April 09, 2012

The Literary Field—One with Trees and Nameless Indians

I found this New York Times travel piece, "A Taos Field Evokes the Extraordinary" to be both interesting and frustrating.

Writer Henry Shukman is both connected to the place yet, in important ways, so disconnected.
The field is the kind of small, almost accidental place that, for visitors and residents alike, seems to quietly capture the essence of the entire area. In northern California, it might be a hidden stretch of rocky beach; in upstate New York, it might be an untouched stretch of woodland beyond the garden fences at the end of a small-town street. For me, in Taos, it was this field. 
And so on. He meditates on Taos Mountain, sees a group of Taos Pueblo men drumming and singing in the field and while napping in the field has "a vivid dream" wherein "an old tribal man" gives him a special message.

But whose field is it? What is its agricultural use? I would not want to see it turned into a Family Dollar store any more than Shukman would, but I was frustrated by the essentially literary appreciation. You read about famous artists, but the landowner is missing. So are the birds and plants (except cottonwood trees).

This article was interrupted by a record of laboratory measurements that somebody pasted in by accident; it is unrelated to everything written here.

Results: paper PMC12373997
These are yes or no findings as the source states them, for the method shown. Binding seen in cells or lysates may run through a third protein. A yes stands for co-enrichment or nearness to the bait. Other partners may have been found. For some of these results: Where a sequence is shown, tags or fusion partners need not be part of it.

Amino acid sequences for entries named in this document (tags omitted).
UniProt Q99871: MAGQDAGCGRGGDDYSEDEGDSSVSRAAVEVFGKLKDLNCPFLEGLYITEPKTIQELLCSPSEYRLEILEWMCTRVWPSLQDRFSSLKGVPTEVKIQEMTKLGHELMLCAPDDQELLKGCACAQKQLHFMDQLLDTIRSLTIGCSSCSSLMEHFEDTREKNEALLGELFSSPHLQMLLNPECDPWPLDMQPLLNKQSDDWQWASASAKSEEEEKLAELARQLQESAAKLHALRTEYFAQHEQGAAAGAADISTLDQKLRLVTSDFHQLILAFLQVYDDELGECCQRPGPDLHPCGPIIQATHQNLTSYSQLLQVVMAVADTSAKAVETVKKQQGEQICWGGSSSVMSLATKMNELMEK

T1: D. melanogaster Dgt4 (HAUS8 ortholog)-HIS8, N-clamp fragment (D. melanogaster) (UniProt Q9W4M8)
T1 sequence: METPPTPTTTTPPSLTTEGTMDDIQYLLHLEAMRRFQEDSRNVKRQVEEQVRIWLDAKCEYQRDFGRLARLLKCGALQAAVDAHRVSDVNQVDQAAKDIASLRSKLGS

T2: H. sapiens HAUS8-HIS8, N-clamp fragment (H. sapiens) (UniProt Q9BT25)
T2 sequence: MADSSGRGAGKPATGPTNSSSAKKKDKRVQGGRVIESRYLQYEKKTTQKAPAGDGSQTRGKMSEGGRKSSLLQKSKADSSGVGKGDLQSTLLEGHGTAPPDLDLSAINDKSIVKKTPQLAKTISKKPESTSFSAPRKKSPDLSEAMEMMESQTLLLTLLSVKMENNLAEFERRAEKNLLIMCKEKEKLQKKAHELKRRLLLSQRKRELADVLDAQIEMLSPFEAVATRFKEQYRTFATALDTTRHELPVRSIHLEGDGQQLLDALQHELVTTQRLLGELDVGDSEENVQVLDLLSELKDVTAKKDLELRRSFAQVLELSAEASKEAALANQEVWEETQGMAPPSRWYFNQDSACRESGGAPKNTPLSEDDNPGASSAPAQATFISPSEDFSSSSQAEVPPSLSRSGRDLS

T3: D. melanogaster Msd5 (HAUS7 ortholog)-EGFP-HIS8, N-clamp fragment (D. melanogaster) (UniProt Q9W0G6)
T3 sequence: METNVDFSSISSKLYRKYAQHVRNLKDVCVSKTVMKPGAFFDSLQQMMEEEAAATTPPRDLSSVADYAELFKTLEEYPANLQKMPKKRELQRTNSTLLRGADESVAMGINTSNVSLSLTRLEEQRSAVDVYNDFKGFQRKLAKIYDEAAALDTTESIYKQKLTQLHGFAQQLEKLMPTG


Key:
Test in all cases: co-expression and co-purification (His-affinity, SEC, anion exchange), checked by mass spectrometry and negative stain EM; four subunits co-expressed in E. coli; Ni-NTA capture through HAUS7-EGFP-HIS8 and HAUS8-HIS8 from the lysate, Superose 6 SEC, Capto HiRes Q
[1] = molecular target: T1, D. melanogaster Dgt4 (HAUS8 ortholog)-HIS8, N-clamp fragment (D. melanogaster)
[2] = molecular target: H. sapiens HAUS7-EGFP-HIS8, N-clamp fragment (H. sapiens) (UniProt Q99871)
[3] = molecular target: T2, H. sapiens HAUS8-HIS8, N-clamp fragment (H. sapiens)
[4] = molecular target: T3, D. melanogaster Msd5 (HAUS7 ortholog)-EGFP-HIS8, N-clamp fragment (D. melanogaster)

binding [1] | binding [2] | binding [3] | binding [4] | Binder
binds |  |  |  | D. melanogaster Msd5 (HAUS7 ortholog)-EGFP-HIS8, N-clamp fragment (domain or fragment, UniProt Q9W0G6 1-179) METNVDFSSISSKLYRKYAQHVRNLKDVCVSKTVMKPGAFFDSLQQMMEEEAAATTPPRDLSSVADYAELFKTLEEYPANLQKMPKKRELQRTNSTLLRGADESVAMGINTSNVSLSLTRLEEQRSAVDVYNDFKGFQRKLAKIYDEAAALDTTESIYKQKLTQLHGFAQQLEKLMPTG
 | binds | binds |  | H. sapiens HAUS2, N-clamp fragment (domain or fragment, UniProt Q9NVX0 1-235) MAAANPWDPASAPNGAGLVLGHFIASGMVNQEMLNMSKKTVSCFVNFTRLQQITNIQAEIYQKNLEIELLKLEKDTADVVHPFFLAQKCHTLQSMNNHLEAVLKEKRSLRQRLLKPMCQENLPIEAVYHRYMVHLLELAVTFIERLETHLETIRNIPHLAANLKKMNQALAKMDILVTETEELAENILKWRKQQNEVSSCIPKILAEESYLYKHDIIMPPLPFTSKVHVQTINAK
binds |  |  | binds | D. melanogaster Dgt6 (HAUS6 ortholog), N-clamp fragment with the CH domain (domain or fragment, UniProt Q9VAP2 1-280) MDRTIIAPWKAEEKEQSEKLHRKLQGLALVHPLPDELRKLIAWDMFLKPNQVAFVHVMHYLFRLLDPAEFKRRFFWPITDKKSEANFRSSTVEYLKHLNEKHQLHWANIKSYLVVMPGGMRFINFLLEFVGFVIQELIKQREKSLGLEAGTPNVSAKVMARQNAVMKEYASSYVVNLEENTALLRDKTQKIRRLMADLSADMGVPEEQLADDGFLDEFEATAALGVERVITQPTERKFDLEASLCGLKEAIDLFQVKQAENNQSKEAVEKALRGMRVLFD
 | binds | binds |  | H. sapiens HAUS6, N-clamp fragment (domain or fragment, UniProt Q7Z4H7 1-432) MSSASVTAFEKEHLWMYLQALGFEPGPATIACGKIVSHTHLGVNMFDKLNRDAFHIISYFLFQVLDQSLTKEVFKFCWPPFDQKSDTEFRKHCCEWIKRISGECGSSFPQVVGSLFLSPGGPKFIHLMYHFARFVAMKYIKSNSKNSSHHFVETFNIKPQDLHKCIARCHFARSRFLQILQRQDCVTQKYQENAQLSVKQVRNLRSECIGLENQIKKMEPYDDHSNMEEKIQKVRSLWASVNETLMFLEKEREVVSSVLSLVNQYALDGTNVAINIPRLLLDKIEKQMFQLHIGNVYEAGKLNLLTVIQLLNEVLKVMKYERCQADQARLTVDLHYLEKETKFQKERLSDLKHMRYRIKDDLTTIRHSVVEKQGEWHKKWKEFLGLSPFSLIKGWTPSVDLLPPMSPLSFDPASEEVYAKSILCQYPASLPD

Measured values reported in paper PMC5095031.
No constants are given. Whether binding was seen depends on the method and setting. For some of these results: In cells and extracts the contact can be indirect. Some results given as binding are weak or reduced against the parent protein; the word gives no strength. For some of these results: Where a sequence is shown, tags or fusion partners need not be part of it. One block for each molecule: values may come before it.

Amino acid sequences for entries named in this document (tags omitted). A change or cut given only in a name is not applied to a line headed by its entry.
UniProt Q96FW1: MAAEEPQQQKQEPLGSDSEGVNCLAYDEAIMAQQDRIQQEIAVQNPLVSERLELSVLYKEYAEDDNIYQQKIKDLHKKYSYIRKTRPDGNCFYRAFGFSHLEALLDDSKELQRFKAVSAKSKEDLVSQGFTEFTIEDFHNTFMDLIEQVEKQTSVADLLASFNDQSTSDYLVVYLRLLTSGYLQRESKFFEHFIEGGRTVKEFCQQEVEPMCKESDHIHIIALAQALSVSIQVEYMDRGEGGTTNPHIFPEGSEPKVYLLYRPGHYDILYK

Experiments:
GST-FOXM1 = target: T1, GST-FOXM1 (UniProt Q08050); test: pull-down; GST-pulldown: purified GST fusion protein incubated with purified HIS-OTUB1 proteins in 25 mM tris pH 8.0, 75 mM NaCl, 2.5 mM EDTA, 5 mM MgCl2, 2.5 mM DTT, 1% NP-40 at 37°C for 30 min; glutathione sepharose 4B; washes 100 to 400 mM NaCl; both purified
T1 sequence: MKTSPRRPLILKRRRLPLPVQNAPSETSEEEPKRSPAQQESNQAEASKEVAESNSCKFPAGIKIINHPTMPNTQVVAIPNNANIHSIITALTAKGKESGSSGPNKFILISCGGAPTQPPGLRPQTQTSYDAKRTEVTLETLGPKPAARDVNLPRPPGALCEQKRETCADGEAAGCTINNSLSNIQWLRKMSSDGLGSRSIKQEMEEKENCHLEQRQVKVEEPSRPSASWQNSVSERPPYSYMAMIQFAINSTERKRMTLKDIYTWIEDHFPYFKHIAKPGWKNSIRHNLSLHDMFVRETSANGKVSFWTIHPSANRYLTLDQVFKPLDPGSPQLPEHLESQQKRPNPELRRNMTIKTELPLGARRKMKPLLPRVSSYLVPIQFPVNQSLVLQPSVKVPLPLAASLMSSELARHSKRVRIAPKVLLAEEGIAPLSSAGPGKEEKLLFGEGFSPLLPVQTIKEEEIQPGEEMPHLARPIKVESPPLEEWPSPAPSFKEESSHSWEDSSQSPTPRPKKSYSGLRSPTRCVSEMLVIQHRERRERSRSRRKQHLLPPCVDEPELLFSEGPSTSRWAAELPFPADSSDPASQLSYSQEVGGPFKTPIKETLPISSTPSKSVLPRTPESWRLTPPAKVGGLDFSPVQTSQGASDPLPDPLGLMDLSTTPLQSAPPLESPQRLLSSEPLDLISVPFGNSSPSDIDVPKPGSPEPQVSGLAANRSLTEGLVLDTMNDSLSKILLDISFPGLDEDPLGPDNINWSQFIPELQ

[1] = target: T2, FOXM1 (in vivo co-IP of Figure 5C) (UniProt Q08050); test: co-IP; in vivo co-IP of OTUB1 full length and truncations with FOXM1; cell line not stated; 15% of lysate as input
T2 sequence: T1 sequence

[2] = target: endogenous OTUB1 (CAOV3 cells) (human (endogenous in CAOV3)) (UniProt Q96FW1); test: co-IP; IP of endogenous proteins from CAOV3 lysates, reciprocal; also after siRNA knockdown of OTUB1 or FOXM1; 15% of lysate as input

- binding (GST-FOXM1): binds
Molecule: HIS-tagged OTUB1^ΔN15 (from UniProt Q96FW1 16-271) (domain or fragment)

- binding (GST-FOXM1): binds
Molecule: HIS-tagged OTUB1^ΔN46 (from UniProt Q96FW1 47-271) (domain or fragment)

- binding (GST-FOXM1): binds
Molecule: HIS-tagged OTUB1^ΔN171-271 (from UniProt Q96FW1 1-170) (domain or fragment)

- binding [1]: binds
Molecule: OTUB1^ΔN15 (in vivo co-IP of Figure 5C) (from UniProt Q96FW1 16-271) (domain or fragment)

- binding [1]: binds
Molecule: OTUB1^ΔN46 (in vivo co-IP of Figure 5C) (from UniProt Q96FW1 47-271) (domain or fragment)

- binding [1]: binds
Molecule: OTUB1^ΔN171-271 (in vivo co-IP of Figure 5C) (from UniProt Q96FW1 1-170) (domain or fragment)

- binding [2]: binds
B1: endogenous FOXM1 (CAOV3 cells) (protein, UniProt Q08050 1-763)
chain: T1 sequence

Still, the message of "notice the unappreciated" place is worth hearing.


Darrell said...

I read the article. Meh. I think Taos is a joke; it has become a caricature of itself. I enjoyed the chicharrones burrito at the Questa Cafe more than I liked Taos.

Chas S. Clifton said...

Having worked in Taos County a couple of years as a college student doing construction, I have seen it change too. But it is still an interesting place to watch the passing scene.